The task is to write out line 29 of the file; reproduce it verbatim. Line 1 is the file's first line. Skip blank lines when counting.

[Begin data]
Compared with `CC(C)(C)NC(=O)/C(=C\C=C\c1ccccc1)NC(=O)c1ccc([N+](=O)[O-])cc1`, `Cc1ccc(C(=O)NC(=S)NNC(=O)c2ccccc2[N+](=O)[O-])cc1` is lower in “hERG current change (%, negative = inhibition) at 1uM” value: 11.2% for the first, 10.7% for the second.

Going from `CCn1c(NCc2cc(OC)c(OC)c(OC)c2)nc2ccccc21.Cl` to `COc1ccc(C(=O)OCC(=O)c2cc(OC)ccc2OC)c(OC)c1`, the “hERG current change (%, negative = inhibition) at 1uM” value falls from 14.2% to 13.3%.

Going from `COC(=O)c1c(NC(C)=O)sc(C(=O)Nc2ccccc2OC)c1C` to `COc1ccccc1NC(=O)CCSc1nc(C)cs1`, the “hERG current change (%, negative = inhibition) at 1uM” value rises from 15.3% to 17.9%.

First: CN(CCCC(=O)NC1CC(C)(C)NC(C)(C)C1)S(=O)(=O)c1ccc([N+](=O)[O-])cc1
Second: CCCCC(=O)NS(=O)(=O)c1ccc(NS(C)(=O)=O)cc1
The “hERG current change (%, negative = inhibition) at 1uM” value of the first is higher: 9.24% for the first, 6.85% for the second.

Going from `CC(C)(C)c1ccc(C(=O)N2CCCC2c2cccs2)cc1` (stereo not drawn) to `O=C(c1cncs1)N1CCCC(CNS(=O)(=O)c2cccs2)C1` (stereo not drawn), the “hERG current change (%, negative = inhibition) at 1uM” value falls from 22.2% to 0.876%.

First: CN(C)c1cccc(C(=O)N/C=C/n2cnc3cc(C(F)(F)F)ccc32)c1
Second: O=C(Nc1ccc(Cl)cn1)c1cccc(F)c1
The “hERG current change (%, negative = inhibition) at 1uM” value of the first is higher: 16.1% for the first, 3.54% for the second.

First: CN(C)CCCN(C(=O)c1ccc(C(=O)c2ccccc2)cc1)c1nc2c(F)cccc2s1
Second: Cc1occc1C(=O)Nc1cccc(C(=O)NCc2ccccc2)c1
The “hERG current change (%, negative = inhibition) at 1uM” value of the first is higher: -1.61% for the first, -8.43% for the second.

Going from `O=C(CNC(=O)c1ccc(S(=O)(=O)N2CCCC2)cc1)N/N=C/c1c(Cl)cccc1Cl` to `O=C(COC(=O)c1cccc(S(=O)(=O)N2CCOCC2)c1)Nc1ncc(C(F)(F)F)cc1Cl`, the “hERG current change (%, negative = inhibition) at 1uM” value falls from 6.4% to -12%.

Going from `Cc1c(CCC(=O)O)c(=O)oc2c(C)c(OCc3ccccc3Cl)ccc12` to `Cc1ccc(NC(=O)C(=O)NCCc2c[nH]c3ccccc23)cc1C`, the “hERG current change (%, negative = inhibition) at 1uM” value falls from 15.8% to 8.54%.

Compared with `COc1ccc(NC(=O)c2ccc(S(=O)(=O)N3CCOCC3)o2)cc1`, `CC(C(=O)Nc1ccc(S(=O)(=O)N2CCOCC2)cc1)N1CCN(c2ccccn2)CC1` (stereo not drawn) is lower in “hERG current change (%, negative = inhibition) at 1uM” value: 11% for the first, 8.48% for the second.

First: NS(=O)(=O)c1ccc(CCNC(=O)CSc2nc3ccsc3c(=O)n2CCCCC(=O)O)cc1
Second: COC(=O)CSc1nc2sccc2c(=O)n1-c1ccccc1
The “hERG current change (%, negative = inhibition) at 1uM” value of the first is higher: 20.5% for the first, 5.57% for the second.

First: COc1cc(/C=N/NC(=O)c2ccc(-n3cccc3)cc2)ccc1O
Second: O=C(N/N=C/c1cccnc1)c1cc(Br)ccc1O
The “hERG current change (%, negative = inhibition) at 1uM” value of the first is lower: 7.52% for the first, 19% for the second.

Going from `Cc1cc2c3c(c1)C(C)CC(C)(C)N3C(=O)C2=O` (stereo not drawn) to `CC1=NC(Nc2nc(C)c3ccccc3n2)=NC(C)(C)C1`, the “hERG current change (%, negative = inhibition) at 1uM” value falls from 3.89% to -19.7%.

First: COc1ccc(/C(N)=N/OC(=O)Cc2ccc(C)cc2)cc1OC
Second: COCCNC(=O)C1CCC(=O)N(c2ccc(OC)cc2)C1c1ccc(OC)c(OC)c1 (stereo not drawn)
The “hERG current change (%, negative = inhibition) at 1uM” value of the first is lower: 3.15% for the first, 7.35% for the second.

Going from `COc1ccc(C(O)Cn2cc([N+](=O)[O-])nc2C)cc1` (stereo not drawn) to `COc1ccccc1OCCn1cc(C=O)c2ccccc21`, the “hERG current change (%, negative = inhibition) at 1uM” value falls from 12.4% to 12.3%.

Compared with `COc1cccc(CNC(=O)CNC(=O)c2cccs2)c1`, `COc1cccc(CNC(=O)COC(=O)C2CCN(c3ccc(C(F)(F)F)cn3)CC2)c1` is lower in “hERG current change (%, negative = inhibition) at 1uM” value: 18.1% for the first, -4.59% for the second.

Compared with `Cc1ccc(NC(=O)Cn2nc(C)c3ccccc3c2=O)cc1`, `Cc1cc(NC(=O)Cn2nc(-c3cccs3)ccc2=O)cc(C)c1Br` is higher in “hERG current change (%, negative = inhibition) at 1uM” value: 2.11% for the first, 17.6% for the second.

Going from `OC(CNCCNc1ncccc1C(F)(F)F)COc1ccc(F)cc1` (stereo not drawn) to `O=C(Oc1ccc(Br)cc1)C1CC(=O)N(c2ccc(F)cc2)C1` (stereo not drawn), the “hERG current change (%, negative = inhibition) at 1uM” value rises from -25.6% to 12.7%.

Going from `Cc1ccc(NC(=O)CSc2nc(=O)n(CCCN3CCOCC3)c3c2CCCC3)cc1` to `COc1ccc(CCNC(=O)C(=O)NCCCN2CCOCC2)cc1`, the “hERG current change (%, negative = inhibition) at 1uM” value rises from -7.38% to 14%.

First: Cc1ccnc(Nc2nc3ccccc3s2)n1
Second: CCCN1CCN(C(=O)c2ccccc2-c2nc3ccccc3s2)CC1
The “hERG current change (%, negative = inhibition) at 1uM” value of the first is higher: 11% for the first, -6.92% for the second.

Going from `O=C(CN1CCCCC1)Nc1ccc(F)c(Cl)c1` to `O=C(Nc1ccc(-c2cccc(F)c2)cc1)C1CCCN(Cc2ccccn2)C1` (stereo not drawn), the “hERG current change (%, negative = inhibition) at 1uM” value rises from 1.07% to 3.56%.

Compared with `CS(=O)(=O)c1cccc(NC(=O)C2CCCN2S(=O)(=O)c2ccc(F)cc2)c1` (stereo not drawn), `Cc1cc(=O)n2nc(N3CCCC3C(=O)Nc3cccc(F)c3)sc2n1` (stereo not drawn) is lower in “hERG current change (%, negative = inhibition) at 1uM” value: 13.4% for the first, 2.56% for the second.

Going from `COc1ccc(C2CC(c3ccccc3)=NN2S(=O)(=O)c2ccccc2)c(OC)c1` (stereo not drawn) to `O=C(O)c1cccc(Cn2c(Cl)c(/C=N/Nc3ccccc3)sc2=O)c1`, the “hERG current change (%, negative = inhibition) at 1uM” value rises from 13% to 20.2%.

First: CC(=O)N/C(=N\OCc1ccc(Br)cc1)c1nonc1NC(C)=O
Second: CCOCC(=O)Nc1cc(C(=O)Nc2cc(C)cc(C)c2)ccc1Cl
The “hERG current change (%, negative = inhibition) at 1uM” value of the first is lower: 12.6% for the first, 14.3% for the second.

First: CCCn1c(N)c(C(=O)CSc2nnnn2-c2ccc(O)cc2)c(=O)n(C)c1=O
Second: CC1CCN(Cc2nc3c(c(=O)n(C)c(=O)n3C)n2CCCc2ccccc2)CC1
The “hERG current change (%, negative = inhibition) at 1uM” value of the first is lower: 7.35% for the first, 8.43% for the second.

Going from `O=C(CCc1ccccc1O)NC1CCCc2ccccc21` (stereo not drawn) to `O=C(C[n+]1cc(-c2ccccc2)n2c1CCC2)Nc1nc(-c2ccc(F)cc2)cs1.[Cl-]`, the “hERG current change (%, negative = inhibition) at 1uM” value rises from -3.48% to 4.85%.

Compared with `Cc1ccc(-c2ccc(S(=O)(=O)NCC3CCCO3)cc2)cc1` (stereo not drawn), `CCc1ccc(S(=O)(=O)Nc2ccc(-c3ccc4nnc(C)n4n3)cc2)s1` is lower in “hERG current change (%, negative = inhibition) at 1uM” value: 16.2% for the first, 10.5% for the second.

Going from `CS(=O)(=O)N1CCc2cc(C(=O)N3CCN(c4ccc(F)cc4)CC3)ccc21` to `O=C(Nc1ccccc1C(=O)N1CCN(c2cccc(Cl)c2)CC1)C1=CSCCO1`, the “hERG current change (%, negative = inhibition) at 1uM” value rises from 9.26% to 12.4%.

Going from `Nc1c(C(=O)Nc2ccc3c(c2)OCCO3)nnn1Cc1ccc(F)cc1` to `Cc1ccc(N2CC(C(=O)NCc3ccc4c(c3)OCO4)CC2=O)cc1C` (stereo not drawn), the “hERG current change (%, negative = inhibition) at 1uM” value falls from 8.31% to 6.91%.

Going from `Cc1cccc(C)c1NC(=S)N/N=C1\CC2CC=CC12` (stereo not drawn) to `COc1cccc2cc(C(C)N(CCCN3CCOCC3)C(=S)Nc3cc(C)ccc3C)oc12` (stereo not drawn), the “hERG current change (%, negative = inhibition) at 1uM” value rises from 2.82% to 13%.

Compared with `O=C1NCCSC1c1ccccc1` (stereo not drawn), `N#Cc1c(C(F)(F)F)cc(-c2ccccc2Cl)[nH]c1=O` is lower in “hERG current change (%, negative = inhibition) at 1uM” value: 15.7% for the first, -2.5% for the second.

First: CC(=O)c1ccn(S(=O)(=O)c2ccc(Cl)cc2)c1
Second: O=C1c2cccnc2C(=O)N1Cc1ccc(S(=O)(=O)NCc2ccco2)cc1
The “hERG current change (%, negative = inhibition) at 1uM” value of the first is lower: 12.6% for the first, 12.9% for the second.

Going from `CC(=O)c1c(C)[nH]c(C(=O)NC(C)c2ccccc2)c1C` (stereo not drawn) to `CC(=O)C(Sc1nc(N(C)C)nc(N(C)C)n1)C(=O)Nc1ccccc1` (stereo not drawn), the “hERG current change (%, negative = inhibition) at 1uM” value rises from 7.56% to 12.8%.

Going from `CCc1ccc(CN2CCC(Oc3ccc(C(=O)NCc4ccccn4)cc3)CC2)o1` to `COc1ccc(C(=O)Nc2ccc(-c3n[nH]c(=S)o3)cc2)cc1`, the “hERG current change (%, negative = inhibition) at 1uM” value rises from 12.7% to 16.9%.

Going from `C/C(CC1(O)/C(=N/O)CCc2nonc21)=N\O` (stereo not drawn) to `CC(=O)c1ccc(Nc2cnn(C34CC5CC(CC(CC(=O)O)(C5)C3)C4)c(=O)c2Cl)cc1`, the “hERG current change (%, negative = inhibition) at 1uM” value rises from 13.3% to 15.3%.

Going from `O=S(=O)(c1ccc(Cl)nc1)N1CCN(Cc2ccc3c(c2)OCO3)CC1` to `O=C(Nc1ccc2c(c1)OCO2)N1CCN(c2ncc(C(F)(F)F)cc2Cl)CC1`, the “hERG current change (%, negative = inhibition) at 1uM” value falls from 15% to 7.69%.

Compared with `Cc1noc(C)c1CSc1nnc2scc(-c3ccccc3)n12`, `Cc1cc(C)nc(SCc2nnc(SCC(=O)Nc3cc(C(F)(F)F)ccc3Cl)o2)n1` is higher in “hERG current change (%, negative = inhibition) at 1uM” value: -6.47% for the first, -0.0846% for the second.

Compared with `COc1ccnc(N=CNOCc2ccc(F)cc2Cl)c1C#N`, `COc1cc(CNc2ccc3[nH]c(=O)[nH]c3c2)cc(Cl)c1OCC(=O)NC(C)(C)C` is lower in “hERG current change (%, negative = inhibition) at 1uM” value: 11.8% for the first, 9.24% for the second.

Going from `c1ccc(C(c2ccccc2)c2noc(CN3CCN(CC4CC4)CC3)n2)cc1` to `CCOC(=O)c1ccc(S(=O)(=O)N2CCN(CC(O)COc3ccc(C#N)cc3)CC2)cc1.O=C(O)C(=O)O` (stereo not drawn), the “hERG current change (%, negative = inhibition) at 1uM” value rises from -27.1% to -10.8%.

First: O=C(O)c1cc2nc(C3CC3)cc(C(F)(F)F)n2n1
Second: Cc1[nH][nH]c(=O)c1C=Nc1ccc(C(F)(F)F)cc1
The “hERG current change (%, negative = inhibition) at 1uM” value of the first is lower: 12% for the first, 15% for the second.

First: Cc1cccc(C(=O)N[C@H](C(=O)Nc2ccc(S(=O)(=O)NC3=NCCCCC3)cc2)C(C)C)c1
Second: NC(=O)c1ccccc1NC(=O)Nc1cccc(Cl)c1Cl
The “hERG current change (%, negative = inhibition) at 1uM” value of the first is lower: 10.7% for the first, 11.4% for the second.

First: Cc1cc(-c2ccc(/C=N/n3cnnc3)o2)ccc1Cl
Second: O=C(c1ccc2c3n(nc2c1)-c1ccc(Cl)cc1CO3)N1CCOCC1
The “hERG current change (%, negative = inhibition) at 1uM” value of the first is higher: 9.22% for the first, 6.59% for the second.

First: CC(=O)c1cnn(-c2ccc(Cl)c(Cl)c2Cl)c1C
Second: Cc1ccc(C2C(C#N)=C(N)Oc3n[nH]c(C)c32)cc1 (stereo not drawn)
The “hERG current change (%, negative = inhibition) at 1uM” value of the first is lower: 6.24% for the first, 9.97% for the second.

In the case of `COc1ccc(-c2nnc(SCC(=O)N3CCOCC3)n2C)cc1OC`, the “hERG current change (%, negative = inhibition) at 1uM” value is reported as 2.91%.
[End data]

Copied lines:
Compared with `Cc1ccc(NC(=O)Cn2nc(C)c3ccccc3c2=O)cc1`, `Cc1cc(NC(=O)Cn2nc(-c3cccs3)ccc2=O)cc(C)c1Br` is higher in “hERG current change (%, negative = inhibition) at 1uM” value: 2.11% for the first, 17.6% for the second.